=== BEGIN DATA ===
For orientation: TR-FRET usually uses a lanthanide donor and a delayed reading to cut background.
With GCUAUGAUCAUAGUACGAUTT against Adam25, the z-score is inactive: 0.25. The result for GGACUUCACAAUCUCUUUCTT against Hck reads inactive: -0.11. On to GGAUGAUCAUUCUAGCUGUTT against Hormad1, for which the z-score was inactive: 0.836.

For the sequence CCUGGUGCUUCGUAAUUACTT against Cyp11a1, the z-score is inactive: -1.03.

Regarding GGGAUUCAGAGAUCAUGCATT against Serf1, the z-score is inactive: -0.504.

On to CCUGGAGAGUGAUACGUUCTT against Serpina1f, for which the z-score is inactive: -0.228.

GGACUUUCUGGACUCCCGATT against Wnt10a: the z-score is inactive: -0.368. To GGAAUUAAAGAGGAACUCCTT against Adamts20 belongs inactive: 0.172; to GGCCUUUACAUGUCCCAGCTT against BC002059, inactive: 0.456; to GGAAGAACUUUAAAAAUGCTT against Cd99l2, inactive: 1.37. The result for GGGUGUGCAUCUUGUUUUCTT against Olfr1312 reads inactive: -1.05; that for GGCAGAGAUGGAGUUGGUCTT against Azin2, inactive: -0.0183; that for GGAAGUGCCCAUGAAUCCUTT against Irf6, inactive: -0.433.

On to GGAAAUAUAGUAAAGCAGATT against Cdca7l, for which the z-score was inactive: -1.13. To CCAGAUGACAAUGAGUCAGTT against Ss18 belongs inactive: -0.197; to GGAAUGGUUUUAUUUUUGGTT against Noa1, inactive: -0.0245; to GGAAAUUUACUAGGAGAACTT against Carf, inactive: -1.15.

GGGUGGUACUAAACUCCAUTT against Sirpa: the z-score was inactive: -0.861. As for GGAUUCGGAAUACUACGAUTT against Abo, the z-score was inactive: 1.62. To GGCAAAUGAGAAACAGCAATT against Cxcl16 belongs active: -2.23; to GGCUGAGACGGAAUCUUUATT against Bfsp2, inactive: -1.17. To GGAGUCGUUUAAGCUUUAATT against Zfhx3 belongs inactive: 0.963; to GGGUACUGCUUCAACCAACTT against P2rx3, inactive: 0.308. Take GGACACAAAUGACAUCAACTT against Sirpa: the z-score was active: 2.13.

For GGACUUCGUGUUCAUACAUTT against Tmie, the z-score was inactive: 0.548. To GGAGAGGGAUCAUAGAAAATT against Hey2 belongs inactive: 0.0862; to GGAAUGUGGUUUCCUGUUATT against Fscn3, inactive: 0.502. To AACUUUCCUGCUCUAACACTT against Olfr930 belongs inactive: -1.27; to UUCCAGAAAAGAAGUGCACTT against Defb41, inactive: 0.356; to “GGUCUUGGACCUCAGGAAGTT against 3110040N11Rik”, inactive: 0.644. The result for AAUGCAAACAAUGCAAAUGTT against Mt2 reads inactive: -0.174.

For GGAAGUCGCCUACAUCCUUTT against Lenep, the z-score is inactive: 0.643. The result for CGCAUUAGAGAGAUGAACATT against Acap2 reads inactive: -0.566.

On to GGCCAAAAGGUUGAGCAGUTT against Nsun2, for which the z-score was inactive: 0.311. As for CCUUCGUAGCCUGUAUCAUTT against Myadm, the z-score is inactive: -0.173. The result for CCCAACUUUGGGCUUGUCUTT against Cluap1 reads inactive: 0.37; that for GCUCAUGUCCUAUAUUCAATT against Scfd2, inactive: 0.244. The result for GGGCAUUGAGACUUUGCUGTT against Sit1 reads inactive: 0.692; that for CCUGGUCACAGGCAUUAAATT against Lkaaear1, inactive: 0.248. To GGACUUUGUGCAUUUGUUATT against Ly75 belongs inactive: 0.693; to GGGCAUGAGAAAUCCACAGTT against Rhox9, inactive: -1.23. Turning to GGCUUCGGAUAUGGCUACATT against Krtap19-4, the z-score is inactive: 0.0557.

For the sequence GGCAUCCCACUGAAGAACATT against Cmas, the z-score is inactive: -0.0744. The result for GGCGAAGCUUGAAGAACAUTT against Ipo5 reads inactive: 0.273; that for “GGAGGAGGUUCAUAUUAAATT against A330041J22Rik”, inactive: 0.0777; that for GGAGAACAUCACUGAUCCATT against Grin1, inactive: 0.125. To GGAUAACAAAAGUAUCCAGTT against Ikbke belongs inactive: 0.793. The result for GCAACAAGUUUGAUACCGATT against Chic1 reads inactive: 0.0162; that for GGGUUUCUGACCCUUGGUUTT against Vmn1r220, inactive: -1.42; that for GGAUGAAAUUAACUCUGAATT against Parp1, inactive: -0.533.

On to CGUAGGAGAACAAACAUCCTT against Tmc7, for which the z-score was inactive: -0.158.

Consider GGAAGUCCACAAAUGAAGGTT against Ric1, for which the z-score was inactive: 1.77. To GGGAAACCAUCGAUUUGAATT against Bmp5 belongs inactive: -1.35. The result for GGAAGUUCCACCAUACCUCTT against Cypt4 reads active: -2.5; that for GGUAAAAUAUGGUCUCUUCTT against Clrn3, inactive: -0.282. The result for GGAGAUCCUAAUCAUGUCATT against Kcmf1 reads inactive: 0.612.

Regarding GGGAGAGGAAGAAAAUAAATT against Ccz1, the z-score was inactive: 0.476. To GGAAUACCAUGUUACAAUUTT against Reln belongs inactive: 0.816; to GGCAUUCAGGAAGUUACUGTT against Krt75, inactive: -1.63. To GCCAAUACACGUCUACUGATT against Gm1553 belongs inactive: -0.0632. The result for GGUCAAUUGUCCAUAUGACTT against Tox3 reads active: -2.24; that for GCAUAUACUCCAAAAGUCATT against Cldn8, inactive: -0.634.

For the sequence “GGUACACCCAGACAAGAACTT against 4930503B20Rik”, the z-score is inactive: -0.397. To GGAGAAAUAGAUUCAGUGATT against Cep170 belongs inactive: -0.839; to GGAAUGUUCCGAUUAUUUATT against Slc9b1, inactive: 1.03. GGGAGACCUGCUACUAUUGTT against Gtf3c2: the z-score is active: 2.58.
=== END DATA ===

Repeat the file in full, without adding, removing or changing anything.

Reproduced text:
For orientation: TR-FRET usually uses a lanthanide donor and a delayed reading to cut background.
With GCUAUGAUCAUAGUACGAUTT against Adam25, the z-score is inactive: 0.25. The result for GGACUUCACAAUCUCUUUCTT against Hck reads inactive: -0.11. On to GGAUGAUCAUUCUAGCUGUTT against Hormad1, for which the z-score was inactive: 0.836.

For the sequence CCUGGUGCUUCGUAAUUACTT against Cyp11a1, the z-score is inactive: -1.03.

Regarding GGGAUUCAGAGAUCAUGCATT against Serf1, the z-score is inactive: -0.504.

On to CCUGGAGAGUGAUACGUUCTT against Serpina1f, for which the z-score is inactive: -0.228.

GGACUUUCUGGACUCCCGATT against Wnt10a: the z-score is inactive: -0.368. To GGAAUUAAAGAGGAACUCCTT against Adamts20 belongs inactive: 0.172; to GGCCUUUACAUGUCCCAGCTT against BC002059, inactive: 0.456; to GGAAGAACUUUAAAAAUGCTT against Cd99l2, inactive: 1.37. The result for GGGUGUGCAUCUUGUUUUCTT against Olfr1312 reads inactive: -1.05; that for GGCAGAGAUGGAGUUGGUCTT against Azin2, inactive: -0.0183; that for GGAAGUGCCCAUGAAUCCUTT against Irf6, inactive: -0.433.

On to GGAAAUAUAGUAAAGCAGATT against Cdca7l, for which the z-score was inactive: -1.13. To CCAGAUGACAAUGAGUCAGTT against Ss18 belongs inactive: -0.197; to GGAAUGGUUUUAUUUUUGGTT against Noa1, inactive: -0.0245; to GGAAAUUUACUAGGAGAACTT against Carf, inactive: -1.15.

GGGUGGUACUAAACUCCAUTT against Sirpa: the z-score was inactive: -0.861. As for GGAUUCGGAAUACUACGAUTT against Abo, the z-score was inactive: 1.62. To GGCAAAUGAGAAACAGCAATT against Cxcl16 belongs active: -2.23; to GGCUGAGACGGAAUCUUUATT against Bfsp2, inactive: -1.17. To GGAGUCGUUUAAGCUUUAATT against Zfhx3 belongs inactive: 0.963; to GGGUACUGCUUCAACCAACTT against P2rx3, inactive: 0.308. Take GGACACAAAUGACAUCAACTT against Sirpa: the z-score was active: 2.13.

For GGACUUCGUGUUCAUACAUTT against Tmie, the z-score was inactive: 0.548. To GGAGAGGGAUCAUAGAAAATT against Hey2 belongs inactive: 0.0862; to GGAAUGUGGUUUCCUGUUATT against Fscn3, inactive: 0.502. To AACUUUCCUGCUCUAACACTT against Olfr930 belongs inactive: -1.27; to UUCCAGAAAAGAAGUGCACTT against Defb41, inactive: 0.356; to “GGUCUUGGACCUCAGGAAGTT against 3110040N11Rik”, inactive: 0.644. The result for AAUGCAAACAAUGCAAAUGTT against Mt2 reads inactive: -0.174.

For GGAAGUCGCCUACAUCCUUTT against Lenep, the z-score is inactive: 0.643. The result for CGCAUUAGAGAGAUGAACATT against Acap2 reads inactive: -0.566.

On to GGCCAAAAGGUUGAGCAGUTT against Nsun2, for which the z-score was inactive: 0.311. As for CCUUCGUAGCCUGUAUCAUTT against Myadm, the z-score is inactive: -0.173. The result for CCCAACUUUGGGCUUGUCUTT against Cluap1 reads inactive: 0.37; that for GCUCAUGUCCUAUAUUCAATT against Scfd2, inactive: 0.244. The result for GGGCAUUGAGACUUUGCUGTT against Sit1 reads inactive: 0.692; that for CCUGGUCACAGGCAUUAAATT against Lkaaear1, inactive: 0.248. To GGACUUUGUGCAUUUGUUATT against Ly75 belongs inactive: 0.693; to GGGCAUGAGAAAUCCACAGTT against Rhox9, inactive: -1.23. Turning to GGCUUCGGAUAUGGCUACATT against Krtap19-4, the z-score is inactive: 0.0557.

For the sequence GGCAUCCCACUGAAGAACATT against Cmas, the z-score is inactive: -0.0744. The result for GGCGAAGCUUGAAGAACAUTT against Ipo5 reads inactive: 0.273; that for “GGAGGAGGUUCAUAUUAAATT against A330041J22Rik”, inactive: 0.0777; that for GGAGAACAUCACUGAUCCATT against Grin1, inactive: 0.125. To GGAUAACAAAAGUAUCCAGTT against Ikbke belongs inactive: 0.793. The result for GCAACAAGUUUGAUACCGATT against Chic1 reads inactive: 0.0162; that for GGGUUUCUGACCCUUGGUUTT against Vmn1r220, inactive: -1.42; that for GGAUGAAAUUAACUCUGAATT against Parp1, inactive: -0.533.

On to CGUAGGAGAACAAACAUCCTT against Tmc7, for which the z-score was inactive: -0.158.

Consider GGAAGUCCACAAAUGAAGGTT against Ric1, for which the z-score was inactive: 1.77. To GGGAAACCAUCGAUUUGAATT against Bmp5 belongs inactive: -1.35. The result for GGAAGUUCCACCAUACCUCTT against Cypt4 reads active: -2.5; that for GGUAAAAUAUGGUCUCUUCTT against Clrn3, inactive: -0.282. The result for GGAGAUCCUAAUCAUGUCATT against Kcmf1 reads inactive: 0.612.

Regarding GGGAGAGGAAGAAAAUAAATT against Ccz1, the z-score was inactive: 0.476. To GGAAUACCAUGUUACAAUUTT against Reln belongs inactive: 0.816; to GGCAUUCAGGAAGUUACUGTT against Krt75, inactive: -1.63. To GCCAAUACACGUCUACUGATT against Gm1553 belongs inactive: -0.0632. The result for GGUCAAUUGUCCAUAUGACTT against Tox3 reads active: -2.24; that for GCAUAUACUCCAAAAGUCATT against Cldn8, inactive: -0.634.

For the sequence “GGUACACCCAGACAAGAACTT against 4930503B20Rik”, the z-score is inactive: -0.397. To GGAGAAAUAGAUUCAGUGATT against Cep170 belongs inactive: -0.839; to GGAAUGUUCCGAUUAUUUATT against Slc9b1, inactive: 1.03. GGGAGACCUGCUACUAUUGTT against Gtf3c2: the z-score is active: 2.58.